Northern Ireland’s border with EU member state Ireland will be closely watched to ensure movement is unrestricted — a key plank of a 1998 peace deal that ended 30 years of violence over British rule.

And in Scotland, where most opposed Brexit, Johnson faces a potential constitutional headache from a resurgent independence movement.

Joe Biden to urge G-7 leaders to call out, compete with China

The United States plans to push democratic allies on Saturday to publicly call out China for forced labour practices as the Group of Seven leaders gather at a summit where they will also unveil an infrastructure plan meant to compete with Beijing’s efforts in the developing world.

The provocative proposal is part of President Joe Biden’s escalating campaign to get fellow democratic leaders to present a more unified front to compete economically with China in the century ahead, according to two senior administration officials who briefed reporters on the condition of anonymity because they were not authorized to discuss the plans for the seaside summit publicly.

The officials said Biden wanted G-7 leaders to speak out in a single voice against forced labour practices targeting Uyghur Muslims and other ethnic minorities.

Biden hopes the denunciation will be part of the joint communique released at the summit’s end, but some European allies have been reluctant to so forcefully split with Beijing. It may not be clear until the three-day summit ends on Sunday whether the leaders will take that step.

The wealthy nations’ leaders were all smiles and unity as they were welcomed to the summit on Friday by British Prime Minister Boris Johnson on the freshly raked sand of Carbis Bay for their first gathering since 2019.

Last year’s gathering was canceled because of COVID-19, and recovery from the pandemic is dominating this year’s discussions, with members of the wealthy democracies’ club expected to commit to sharing at least 1 billion vaccine shots with struggling countries.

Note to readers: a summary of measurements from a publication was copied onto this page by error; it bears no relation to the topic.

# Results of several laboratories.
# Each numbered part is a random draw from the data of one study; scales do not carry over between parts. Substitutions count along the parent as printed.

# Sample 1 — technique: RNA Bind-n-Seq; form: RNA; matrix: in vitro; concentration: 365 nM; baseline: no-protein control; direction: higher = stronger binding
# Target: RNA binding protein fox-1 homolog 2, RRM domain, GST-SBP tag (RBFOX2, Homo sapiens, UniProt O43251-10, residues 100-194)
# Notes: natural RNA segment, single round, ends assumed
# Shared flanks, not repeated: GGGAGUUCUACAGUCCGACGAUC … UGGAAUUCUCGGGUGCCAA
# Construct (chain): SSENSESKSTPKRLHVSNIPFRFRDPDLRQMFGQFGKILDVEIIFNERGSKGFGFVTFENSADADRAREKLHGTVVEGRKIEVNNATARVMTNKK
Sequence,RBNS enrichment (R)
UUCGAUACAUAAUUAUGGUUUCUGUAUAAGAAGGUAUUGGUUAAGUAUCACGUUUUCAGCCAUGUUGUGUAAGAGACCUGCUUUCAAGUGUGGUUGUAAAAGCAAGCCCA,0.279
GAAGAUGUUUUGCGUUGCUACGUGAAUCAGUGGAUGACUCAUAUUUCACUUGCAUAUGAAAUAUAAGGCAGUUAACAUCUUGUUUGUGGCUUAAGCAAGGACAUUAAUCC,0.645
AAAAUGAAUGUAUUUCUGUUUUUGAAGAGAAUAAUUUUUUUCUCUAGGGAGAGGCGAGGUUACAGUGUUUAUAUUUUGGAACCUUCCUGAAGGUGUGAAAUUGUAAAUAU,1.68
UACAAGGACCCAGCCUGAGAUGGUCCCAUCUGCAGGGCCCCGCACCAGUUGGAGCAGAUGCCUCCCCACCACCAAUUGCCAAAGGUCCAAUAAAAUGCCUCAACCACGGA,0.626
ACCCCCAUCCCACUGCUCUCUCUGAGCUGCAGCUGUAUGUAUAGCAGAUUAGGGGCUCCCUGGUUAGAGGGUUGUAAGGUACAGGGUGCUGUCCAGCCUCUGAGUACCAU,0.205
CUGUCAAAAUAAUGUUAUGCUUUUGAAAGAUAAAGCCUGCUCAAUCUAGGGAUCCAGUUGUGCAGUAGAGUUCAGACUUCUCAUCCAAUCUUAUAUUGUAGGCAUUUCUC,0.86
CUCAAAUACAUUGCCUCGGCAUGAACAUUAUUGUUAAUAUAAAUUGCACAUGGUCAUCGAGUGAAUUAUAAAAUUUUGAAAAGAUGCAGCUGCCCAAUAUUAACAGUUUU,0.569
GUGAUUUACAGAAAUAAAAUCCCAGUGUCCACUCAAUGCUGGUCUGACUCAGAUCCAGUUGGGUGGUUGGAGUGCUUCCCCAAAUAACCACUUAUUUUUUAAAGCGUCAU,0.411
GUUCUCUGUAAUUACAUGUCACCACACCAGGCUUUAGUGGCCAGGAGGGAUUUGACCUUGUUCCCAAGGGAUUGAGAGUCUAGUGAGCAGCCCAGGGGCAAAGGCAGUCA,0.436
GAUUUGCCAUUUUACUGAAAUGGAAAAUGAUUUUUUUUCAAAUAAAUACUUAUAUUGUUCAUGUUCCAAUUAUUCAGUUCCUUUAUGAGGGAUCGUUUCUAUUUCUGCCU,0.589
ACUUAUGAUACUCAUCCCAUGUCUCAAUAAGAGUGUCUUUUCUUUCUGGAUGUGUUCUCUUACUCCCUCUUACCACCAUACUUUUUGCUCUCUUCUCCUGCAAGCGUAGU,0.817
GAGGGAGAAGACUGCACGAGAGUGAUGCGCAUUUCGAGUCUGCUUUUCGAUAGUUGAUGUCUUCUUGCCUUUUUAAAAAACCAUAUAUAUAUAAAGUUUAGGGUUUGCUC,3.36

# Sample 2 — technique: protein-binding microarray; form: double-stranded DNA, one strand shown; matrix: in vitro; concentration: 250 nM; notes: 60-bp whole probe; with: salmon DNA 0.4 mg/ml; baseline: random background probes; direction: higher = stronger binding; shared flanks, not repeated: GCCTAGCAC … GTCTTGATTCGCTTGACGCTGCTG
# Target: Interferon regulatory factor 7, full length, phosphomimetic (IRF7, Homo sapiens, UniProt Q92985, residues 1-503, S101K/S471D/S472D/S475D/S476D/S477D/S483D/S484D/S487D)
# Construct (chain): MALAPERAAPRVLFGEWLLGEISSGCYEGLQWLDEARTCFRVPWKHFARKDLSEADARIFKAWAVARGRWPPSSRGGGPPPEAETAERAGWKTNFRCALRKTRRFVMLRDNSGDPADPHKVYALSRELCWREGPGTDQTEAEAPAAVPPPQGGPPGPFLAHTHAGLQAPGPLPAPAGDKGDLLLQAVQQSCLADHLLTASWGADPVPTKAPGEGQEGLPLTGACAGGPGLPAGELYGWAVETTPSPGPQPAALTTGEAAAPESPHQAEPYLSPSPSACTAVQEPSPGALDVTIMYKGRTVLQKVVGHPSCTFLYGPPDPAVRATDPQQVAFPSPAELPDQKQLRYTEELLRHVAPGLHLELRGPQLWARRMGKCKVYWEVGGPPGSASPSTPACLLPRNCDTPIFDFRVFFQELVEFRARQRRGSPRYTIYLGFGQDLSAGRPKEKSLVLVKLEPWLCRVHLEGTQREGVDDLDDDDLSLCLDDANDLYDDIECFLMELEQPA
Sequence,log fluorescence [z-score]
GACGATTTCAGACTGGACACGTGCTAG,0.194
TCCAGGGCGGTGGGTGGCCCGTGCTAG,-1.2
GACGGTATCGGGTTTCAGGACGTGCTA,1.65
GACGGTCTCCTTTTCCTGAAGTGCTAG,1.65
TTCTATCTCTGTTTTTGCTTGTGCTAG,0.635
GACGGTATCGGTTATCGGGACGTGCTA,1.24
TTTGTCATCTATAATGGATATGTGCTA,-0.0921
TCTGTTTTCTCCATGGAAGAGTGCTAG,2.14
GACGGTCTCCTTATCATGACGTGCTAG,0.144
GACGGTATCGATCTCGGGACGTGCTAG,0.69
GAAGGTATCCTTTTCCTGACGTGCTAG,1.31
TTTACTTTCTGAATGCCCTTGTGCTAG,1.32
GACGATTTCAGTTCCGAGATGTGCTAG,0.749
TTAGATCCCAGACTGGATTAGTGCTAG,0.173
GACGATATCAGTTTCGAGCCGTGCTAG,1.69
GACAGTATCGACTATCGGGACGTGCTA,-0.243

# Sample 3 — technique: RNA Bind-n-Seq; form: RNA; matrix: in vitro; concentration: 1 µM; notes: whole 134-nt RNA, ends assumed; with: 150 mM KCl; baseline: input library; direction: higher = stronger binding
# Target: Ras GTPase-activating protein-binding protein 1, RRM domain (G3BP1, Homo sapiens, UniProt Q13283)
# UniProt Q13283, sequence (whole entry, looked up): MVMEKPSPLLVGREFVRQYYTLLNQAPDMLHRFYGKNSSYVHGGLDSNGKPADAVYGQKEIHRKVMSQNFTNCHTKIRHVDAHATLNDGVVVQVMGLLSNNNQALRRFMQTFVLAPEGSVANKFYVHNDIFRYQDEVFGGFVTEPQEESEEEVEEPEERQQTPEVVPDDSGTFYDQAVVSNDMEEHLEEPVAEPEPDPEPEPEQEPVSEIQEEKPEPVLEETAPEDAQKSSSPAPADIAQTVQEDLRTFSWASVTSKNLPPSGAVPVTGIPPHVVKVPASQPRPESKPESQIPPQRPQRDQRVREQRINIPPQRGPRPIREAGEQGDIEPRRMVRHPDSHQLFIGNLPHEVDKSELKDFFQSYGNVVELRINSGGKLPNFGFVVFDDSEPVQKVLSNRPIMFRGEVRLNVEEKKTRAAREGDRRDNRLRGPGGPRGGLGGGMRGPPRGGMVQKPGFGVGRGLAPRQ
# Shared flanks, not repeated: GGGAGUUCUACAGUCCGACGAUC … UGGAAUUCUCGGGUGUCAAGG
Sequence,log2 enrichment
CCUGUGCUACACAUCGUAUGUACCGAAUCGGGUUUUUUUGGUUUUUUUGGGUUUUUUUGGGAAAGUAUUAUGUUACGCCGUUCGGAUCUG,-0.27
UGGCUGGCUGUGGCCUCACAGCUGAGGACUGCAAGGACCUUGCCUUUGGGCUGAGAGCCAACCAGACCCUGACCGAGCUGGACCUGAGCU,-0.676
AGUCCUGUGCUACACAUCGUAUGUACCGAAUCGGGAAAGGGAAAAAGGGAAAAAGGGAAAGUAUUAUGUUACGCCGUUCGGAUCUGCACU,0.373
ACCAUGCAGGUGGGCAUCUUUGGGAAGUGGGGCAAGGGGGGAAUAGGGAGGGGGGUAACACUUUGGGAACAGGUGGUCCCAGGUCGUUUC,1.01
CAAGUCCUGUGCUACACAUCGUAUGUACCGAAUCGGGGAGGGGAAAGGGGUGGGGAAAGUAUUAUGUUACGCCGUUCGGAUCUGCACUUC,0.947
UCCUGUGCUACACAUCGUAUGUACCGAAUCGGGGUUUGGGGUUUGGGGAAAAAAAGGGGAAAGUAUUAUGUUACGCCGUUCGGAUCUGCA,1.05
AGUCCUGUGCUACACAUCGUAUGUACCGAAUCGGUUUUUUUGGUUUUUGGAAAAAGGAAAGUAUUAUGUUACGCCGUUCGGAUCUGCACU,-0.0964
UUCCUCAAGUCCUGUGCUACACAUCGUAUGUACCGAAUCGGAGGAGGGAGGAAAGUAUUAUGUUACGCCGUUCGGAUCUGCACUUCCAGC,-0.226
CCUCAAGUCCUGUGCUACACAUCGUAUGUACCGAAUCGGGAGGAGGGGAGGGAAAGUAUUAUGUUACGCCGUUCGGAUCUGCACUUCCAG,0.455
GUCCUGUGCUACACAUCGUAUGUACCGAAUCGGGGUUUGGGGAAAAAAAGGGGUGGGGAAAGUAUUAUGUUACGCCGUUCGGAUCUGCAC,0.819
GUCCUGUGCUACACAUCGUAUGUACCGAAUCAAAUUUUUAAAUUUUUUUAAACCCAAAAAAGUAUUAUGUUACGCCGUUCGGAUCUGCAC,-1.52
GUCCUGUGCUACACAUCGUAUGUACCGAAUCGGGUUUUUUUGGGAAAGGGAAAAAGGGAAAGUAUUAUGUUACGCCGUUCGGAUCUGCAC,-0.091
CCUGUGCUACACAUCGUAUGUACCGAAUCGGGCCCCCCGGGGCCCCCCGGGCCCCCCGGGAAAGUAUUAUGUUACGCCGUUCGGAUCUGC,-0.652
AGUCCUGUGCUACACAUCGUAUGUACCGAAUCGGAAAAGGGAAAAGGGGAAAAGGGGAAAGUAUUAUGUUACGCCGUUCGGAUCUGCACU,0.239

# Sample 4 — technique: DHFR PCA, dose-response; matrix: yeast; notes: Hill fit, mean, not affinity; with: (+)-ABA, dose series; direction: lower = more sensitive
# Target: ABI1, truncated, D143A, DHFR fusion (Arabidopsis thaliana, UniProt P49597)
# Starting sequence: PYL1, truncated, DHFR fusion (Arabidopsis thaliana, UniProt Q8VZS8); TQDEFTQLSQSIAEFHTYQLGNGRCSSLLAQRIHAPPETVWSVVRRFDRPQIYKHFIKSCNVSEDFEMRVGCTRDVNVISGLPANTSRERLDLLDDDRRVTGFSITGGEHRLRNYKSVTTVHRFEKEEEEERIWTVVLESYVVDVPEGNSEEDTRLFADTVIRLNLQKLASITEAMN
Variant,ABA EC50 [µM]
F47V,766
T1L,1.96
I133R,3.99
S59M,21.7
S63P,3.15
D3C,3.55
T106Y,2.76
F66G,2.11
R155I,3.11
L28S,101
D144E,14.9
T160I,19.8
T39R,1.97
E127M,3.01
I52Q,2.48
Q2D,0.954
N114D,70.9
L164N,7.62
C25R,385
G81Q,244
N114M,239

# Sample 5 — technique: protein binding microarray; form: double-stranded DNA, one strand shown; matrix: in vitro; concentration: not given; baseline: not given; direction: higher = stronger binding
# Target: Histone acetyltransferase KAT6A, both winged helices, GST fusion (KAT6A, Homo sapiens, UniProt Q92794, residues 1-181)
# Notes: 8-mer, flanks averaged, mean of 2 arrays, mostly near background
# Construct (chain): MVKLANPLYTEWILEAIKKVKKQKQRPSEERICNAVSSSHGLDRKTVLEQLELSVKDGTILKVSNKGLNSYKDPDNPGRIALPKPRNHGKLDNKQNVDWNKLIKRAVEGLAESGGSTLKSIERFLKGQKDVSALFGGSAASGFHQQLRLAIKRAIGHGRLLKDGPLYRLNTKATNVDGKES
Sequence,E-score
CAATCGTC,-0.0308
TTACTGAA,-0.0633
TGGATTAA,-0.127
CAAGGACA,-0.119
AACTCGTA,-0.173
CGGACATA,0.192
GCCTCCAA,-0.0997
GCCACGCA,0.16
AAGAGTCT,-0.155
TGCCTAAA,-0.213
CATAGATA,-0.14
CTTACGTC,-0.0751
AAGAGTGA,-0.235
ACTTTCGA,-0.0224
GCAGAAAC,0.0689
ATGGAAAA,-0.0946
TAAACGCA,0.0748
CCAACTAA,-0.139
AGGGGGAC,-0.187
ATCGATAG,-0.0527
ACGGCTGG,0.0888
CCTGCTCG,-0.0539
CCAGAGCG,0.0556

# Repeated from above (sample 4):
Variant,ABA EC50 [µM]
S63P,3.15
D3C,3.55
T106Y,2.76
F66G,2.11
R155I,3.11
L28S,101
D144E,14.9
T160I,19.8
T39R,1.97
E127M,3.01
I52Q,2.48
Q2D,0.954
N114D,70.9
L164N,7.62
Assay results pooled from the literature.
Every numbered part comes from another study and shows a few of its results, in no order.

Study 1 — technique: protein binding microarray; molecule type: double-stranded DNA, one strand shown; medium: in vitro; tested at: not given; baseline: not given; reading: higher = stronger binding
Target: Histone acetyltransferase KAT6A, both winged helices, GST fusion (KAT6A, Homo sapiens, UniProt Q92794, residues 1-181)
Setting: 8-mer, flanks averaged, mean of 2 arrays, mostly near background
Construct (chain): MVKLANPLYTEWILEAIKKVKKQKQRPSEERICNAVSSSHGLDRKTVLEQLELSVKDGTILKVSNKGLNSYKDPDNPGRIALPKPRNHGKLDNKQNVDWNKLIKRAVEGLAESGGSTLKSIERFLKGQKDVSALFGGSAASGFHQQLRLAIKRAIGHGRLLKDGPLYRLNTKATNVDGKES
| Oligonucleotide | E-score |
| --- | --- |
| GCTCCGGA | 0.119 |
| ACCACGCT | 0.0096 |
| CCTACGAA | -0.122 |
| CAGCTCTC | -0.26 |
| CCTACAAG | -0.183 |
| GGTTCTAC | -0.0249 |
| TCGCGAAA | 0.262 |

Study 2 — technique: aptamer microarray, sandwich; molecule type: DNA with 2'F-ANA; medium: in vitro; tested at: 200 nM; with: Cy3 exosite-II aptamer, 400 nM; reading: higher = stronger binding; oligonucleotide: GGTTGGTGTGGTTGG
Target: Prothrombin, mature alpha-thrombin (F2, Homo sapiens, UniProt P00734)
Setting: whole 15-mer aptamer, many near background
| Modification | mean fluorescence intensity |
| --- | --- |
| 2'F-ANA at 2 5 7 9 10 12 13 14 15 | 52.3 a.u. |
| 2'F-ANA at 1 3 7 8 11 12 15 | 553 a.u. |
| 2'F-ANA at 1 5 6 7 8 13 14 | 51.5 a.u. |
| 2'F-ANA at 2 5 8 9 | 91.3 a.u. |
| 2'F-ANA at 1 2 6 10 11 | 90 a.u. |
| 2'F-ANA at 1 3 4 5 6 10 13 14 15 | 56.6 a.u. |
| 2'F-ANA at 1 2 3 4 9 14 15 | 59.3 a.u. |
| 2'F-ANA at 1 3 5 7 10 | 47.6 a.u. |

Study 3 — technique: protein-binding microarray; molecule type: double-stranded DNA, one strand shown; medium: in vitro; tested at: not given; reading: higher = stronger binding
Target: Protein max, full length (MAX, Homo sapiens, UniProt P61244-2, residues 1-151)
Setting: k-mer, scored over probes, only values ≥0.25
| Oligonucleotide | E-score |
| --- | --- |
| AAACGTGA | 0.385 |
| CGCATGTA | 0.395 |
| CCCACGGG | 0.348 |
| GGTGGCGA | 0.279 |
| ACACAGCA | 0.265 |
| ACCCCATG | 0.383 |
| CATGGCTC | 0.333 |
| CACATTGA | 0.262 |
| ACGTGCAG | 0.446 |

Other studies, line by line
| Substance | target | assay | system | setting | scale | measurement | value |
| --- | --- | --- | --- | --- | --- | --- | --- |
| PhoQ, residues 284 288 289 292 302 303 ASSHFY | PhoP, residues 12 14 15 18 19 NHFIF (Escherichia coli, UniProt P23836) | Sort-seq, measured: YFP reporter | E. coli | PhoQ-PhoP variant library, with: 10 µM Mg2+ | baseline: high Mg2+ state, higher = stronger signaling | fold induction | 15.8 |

China also loomed large over the meeting on the craggy coast of Cornwall. Biden’s proposed critique of China’s labour practices was to be raised as the allies unveil an infrastructure proposal dubbed “Build Back Better for the World,” a name that echoes the slogan of the American president’s election campaign.

The plan calls for spending hundreds of millions of dollars in collaboration with the private sector. It’s designed to compete with China’s trillion-dollar “Belt and Road Initiative,” which has launched a network of projects and maritime lanes that already snake around large portions of the world, primarily Asia and Africa.

Critics say the projects often create massive debt and expose nations to undue influence by Beijing.

Not every European power has viewed China in as harsh a light as Biden, who has painted the rivalry with the techno-security state as the defining competition for the 21st century. But there are signs that Europe is willing to put greater scrutiny on Beijing.